Social movements play a critical role in the development of public policy in modern America. An extensive literature provides us with valuable insights into their growth and evolution, but in the end it cannot substitute for the history of specific movements, which can be understood only in the particular circumstances of their birth and development. 1 Over the last fifty years few movements have had the long-standing visibility, the mass involvement, and the public impact of the Right to Life movement. While there is still no adequate full-length account of the movement, an outline of some of the major aspects of its history, particularly as it is relevant to the public policy process in the United States, can be provided. 2 Before embarking on that task, I will review and assess current interpretations of the movement, at both the popular and scholarly levels, and suggest a plausible explanation of its social sources and characteristics.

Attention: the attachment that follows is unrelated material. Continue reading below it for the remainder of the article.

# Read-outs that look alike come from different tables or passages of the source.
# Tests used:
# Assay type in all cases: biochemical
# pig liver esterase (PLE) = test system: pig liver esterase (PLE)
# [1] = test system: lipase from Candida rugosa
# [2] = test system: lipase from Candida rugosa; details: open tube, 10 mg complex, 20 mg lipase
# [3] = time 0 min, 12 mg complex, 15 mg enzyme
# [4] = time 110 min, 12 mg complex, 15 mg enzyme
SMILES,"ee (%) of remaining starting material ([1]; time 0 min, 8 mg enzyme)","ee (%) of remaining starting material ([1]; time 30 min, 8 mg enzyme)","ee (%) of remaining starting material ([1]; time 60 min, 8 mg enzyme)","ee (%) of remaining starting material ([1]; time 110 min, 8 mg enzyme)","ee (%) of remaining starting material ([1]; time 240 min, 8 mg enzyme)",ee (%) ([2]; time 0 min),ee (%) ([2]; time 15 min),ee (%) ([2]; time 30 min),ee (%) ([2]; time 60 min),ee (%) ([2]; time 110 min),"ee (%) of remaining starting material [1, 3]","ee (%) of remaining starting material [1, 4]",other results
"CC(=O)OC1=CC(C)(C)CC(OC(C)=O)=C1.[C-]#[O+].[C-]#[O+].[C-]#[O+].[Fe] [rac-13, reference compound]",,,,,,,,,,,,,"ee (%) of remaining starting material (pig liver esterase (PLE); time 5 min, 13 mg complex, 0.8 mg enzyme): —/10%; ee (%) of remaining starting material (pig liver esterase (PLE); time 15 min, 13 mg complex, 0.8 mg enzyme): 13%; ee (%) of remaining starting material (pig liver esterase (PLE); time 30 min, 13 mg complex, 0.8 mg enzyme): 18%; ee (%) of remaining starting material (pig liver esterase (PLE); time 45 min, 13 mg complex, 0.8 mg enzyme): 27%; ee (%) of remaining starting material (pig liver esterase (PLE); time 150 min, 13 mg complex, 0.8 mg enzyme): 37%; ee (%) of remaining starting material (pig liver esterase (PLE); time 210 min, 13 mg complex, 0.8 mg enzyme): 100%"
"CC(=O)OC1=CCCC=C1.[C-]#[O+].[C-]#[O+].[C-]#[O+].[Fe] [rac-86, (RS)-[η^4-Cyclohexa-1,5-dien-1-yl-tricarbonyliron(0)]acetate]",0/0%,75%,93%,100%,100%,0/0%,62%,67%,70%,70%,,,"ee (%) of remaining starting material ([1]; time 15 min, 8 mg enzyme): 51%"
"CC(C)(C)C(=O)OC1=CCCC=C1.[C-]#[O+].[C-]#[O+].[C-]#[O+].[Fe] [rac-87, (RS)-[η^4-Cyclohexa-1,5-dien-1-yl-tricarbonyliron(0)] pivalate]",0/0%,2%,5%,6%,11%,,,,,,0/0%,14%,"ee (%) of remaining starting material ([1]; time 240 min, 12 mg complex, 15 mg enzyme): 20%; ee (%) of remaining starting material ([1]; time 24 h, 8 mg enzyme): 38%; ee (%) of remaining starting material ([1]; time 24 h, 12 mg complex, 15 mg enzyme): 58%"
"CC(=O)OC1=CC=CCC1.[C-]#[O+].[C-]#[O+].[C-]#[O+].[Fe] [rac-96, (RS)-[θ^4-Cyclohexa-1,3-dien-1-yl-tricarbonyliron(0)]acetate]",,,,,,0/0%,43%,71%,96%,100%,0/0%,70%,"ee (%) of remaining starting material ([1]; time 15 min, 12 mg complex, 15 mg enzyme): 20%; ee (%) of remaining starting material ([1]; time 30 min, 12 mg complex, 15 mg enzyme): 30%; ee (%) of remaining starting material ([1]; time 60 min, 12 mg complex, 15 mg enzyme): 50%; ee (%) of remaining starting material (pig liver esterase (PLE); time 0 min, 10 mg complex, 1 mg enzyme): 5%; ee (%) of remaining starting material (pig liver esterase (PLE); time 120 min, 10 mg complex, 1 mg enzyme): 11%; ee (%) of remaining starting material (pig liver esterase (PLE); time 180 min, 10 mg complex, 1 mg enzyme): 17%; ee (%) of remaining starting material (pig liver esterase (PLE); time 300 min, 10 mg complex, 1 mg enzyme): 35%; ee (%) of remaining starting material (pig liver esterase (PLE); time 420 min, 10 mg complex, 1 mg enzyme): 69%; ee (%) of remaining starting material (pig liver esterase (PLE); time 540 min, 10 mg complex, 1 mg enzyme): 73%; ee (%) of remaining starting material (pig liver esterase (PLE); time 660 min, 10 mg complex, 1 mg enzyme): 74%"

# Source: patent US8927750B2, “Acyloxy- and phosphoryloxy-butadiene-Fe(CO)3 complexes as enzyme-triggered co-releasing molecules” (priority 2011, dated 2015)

Interpretations of the movement cover a wide range in both sophistication and utility. At the most basic level are the stereotypes and impressions created by the mass media. The Right to Life movement has been the subject of numerous television dramas, documentaries, and news accounts. Television portrayals in particular have created a number of negative images. The movement is seen as violent, irrational, insensitive to women, religiously fundamentalist in character, and extremist. 3 These images tend to foster the impression that the movement is marginal, pathological, and deviant rather than having significant similarities to